AT JOHN 1:1 the King James Version reads: “In the beginning was the Word, and the Word was with God, and the Word was God.” Trinitarians claim that this means that “the Word” (Greek, ho lo′gos) who came to earth as Jesus Christ was Almighty God himself.
Note, however, that here again the context lays the groundwork for accurate understanding. Even the King James Version says, “The Word was with God.” (Italics ours.) Someone who is “with” another person cannot be the same as that other person. In agreement with this, the Journal of Biblical Literature, edited by Jesuit Joseph A. Fitzmyer, notes that if the latter part of John 1:1 were interpreted to mean “the” God, this “would then contradict the preceding clause,” which says that the Word was with God.
Notice, too, how other translations render this part of the verse:
1808: “and the word was a god.” The New Testament in an Improved Version, Upon the Basis of Archbishop Newcome’s New Translation: With a Corrected Text.At John 1:1 there are two occurrences of the Greek noun theos′ (god). The first occurrence refers to Almighty God, with whom the Word was (“and the Word [lo′gos] was with God [a form of theos′]”). This first theos′ is preceded by the word ton (the), a form of the Greek definite article that points to a distinct identity, in this case Almighty God (“and the Word was with [the] God”).
1864: “and a god was the word.” The Emphatic Diaglott, interlinear reading, by Benjamin Wilson.
1928: “and the Word was a divine being.” La Bible du Centenaire, L’Evangile selon Jean, by Maurice Goguel.
1935: “and the Word was divine.” The Bible—An American Translation, by J. M. P. Smith and E. J. Goodspeed.
1946: “and of a divine kind was the Word.” Das Neue Testament, by Ludwig Thimme.
1950: “and the Word was a god.” New World Translation of the Christian Greek Scriptures.
1958: “and the Word was a God.” The New Testament, by James L. Tomanek.
1975: “and a god (or, of a divine kind) was the Word.” Das Evangelium nach Johannes, by Siegfried Schulz.
1978: “and godlike kind was the Logos.” Das Evangelium nach Johannes, by Johannes Schneider.
On the other hand, there is no article before the second theos′ at John 1:1. So a literal translation would read, “and god was the Word.” Yet we have seen that many translations render this second theos′ (a predicate noun) as “divine,” “godlike,” or “a god.” On what authority do they do this?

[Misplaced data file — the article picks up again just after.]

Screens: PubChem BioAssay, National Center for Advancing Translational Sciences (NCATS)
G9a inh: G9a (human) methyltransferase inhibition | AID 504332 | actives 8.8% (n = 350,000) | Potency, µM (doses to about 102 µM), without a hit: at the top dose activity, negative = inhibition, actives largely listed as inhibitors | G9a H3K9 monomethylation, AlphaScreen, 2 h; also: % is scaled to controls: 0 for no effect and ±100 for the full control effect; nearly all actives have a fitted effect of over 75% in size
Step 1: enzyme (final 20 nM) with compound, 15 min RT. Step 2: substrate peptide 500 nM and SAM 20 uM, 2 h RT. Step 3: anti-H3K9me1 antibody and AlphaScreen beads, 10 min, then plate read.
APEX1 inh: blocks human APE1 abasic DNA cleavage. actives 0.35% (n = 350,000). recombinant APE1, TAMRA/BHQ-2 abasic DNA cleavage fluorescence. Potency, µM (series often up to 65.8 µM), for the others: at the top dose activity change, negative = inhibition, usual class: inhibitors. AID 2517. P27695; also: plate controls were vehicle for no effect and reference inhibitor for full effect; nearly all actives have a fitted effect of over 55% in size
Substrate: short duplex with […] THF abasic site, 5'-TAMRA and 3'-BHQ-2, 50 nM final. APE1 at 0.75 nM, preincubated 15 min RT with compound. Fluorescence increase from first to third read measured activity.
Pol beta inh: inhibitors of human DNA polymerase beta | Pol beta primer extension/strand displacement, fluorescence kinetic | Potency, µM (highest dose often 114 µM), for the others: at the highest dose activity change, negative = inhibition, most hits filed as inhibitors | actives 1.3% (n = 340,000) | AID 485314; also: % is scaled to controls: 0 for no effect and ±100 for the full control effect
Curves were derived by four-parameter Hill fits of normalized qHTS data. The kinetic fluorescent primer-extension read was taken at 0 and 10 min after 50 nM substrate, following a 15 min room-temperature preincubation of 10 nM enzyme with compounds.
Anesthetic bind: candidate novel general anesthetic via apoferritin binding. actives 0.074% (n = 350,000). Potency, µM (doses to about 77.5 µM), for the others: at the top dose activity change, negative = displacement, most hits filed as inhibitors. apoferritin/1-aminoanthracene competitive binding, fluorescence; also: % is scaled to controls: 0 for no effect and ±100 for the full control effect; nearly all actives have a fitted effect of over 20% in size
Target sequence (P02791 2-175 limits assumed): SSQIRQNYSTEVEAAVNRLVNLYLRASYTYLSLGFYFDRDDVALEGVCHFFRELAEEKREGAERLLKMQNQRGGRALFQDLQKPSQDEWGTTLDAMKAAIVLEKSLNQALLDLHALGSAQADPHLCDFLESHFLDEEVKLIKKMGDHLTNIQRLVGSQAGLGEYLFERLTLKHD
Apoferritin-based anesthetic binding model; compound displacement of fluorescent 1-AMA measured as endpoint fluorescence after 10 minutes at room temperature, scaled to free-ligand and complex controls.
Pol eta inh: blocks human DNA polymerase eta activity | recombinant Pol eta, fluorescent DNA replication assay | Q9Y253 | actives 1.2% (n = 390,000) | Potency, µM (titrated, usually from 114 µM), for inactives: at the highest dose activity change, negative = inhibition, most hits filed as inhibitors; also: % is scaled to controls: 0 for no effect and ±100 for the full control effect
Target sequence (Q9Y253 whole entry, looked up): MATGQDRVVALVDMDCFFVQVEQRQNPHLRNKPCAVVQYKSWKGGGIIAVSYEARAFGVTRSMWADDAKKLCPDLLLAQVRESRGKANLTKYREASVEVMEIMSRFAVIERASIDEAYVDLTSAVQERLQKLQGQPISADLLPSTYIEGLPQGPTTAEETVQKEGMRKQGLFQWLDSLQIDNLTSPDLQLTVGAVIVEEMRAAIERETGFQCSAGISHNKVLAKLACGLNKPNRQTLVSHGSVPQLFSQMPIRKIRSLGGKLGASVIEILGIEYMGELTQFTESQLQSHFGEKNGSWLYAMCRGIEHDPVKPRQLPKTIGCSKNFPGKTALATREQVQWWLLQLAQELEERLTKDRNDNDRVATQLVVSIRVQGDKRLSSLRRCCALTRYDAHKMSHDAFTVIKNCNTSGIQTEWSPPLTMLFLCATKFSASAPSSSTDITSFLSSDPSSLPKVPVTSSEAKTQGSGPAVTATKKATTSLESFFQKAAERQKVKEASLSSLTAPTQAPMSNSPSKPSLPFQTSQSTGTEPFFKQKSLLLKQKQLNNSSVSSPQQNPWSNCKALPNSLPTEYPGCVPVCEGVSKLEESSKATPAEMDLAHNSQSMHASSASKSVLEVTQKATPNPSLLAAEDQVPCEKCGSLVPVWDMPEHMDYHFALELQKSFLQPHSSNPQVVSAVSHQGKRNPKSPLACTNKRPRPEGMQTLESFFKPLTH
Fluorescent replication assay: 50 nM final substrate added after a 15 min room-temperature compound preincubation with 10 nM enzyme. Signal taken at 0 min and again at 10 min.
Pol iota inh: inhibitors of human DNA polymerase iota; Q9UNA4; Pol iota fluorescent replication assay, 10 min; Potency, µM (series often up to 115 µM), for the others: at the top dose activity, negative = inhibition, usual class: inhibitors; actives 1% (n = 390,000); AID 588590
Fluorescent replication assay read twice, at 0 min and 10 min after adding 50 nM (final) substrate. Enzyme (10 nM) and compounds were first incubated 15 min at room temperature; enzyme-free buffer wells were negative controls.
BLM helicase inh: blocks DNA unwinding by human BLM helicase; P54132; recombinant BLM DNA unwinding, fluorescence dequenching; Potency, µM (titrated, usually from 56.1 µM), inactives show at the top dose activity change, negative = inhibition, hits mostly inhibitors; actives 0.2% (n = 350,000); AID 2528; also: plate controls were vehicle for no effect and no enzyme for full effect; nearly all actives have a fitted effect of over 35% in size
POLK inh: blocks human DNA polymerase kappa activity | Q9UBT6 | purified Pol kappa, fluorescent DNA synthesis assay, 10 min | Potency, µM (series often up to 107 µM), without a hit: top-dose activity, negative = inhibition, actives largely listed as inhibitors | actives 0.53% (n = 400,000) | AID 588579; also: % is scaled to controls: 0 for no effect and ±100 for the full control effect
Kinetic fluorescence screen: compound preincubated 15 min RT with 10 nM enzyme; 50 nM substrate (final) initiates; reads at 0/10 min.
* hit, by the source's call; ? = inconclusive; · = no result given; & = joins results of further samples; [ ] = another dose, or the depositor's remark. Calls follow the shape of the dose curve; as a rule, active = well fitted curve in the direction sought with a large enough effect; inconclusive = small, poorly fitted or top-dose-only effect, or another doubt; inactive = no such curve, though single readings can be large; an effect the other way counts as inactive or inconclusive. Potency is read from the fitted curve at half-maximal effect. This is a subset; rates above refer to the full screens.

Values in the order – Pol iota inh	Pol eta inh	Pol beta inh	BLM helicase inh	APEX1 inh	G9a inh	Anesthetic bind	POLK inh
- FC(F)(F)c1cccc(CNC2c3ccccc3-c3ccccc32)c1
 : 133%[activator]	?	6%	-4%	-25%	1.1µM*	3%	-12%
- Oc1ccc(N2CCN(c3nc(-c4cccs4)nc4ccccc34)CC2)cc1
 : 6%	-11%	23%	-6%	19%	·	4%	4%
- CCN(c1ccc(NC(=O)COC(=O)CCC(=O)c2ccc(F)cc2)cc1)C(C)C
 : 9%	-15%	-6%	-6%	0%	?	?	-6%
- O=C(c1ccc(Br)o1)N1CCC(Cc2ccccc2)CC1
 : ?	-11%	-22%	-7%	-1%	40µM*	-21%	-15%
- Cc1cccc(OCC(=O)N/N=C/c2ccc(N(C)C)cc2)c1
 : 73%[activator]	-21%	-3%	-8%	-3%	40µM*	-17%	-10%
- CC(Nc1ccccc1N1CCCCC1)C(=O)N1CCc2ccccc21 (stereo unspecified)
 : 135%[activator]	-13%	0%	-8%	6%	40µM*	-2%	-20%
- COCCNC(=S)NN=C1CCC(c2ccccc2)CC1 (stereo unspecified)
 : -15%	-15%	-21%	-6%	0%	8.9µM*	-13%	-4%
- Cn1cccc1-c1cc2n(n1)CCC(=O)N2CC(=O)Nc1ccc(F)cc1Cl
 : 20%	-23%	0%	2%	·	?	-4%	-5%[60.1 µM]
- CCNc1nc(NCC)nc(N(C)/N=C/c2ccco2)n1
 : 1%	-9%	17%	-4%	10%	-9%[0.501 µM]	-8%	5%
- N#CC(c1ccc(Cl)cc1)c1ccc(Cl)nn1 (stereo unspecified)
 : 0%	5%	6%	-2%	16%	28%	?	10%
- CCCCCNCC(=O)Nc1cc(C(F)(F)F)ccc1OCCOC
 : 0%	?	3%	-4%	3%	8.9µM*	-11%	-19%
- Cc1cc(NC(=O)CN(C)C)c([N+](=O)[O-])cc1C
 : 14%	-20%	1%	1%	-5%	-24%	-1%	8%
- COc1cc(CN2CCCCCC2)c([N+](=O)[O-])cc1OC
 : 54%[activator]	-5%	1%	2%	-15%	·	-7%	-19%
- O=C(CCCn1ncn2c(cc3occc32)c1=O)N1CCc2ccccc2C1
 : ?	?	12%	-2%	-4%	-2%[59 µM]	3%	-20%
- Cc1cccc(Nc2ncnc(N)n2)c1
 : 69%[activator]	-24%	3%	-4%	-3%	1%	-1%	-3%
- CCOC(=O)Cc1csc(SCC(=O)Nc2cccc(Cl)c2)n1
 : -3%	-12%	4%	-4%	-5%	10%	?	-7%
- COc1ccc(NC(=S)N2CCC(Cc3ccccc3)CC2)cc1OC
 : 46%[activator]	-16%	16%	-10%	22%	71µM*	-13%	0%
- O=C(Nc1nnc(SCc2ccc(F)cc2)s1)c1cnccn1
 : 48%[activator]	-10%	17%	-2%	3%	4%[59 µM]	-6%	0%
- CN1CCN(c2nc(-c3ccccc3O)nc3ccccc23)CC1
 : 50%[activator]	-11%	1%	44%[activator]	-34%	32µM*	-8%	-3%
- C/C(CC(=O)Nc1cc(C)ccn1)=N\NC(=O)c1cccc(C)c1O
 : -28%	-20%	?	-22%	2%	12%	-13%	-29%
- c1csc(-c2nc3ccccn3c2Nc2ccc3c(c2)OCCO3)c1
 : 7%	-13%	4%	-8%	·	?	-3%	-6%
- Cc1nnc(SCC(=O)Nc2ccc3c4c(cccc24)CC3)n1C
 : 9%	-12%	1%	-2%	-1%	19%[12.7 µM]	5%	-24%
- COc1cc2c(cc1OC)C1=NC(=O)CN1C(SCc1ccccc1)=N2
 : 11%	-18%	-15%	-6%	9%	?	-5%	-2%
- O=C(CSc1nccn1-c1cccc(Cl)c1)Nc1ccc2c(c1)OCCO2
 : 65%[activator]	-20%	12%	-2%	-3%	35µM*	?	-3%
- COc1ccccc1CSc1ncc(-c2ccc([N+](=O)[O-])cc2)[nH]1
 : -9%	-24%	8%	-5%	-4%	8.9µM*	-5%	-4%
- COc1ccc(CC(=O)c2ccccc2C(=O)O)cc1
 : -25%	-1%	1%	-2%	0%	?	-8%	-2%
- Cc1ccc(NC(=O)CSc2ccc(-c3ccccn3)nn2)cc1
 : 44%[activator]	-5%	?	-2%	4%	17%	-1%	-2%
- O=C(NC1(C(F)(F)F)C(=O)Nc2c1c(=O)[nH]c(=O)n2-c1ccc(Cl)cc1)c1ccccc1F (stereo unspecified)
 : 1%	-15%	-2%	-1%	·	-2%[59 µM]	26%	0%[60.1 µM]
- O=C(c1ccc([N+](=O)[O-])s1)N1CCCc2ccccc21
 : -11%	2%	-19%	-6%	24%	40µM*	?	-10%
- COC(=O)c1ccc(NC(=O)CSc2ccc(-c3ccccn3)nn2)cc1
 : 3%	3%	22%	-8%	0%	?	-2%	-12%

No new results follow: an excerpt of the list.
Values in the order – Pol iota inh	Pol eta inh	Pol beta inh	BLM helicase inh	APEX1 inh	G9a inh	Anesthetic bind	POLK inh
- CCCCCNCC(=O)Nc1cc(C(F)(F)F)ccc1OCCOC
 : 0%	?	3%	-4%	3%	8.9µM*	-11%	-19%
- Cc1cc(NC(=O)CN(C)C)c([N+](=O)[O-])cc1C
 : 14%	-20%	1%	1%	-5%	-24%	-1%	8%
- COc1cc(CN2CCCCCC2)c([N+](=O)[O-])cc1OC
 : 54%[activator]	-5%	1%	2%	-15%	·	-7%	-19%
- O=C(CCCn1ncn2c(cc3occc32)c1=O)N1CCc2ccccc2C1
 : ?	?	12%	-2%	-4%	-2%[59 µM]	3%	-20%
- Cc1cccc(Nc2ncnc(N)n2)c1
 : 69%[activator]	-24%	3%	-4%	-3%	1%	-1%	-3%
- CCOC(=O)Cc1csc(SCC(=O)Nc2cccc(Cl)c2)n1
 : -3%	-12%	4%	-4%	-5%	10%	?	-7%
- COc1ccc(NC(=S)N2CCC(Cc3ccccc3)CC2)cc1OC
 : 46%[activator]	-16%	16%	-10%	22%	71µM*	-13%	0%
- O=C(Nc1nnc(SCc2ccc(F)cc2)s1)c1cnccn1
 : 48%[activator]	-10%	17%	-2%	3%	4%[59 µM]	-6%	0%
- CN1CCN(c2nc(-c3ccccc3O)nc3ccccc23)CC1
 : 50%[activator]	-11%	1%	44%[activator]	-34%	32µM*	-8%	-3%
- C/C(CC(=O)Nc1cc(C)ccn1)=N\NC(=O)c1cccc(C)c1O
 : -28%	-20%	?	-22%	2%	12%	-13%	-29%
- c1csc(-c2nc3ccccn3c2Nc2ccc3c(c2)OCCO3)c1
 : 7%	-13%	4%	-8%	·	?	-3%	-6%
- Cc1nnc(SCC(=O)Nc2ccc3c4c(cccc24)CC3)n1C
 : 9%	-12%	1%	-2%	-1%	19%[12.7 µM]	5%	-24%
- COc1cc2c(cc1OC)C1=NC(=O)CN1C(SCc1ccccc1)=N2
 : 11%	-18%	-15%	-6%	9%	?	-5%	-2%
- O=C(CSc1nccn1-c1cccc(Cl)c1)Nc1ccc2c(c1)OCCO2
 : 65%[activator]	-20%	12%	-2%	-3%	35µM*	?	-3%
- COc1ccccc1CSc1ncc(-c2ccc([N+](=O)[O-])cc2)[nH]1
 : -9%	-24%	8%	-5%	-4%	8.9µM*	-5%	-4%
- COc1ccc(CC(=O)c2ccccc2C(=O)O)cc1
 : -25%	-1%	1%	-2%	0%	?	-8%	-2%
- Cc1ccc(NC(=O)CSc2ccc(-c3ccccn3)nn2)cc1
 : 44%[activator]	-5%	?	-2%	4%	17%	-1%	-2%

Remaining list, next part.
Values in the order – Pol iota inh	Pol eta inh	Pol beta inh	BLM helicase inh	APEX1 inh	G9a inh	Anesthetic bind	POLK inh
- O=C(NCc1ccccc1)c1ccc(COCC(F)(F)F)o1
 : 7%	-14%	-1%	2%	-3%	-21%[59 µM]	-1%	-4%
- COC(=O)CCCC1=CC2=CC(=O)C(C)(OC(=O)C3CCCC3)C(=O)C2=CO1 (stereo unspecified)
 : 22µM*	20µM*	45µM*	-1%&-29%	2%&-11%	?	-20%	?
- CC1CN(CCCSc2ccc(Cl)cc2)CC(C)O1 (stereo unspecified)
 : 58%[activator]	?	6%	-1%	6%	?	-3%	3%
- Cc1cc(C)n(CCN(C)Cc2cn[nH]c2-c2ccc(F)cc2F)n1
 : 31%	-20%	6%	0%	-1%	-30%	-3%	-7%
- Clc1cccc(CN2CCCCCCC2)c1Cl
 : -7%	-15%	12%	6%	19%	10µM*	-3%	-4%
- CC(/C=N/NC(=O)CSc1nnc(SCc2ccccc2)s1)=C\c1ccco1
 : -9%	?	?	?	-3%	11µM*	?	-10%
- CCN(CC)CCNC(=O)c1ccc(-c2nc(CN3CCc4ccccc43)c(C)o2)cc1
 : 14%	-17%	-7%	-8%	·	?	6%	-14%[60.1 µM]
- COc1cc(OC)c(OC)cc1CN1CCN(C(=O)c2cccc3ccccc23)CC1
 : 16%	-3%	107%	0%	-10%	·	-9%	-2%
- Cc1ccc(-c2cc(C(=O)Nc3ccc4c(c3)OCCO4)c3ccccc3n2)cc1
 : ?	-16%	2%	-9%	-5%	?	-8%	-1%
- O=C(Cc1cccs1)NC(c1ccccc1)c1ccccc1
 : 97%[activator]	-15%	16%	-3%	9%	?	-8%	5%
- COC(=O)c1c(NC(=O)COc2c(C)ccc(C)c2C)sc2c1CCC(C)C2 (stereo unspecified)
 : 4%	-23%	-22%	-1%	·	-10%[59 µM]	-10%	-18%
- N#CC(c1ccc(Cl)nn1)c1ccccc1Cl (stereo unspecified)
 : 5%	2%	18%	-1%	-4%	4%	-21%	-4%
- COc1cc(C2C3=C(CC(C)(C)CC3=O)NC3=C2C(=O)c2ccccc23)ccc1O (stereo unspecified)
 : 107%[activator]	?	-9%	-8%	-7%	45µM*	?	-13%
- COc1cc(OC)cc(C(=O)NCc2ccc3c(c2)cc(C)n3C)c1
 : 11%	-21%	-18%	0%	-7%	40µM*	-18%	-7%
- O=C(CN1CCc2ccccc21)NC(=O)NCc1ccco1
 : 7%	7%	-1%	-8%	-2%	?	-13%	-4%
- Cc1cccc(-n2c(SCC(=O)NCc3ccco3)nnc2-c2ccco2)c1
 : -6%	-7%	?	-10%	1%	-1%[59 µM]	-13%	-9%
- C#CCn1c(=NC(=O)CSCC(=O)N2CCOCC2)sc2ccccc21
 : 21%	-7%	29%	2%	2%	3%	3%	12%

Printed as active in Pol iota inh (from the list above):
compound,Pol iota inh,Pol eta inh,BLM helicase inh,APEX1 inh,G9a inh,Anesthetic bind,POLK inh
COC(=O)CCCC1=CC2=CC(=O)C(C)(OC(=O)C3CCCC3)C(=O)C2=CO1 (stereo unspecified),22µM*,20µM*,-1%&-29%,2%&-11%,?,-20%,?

The Koine Greek language had a definite article (“the”), but it did not have an indefinite article (“a” or “an”). So when a predicate noun is not preceded by the definite article, it may be indefinite, depending on the context.
The Journal of Biblical Literature says that expressions “with an anarthrous [no article] predicate preceding the verb, are primarily qualitative in meaning.” As the Journal notes, this indicates that the lo′gos can be likened to a god. It also says of John 1:1: “The qualitative force of the predicate is so prominent that the noun [theos′] cannot be regarded as definite.”
So John 1:1 highlights the quality of the Word, that he was “divine,” “godlike,” “a god,” but not Almighty God. This harmonizes with the rest of the Bible, which shows that Jesus, here called “the Word” in his role as God’s Spokesman, was an obedient subordinate sent to earth by his Superior, Almighty God.
(Should You Believe in The Trinity, pages 26-27)
The JW "New World Translation Reference Bible" (Section 6a, page 1579), the JW encyclopedia "Insight on the Scriptures" (Volume 2, subject "Jesus Christ," pages 53-54), and the Watchtower (4/1/2009, pages 18-19), and many more such official JW references, all repeat or rephrase what was quoted above. (Please ask if you want these quotes!)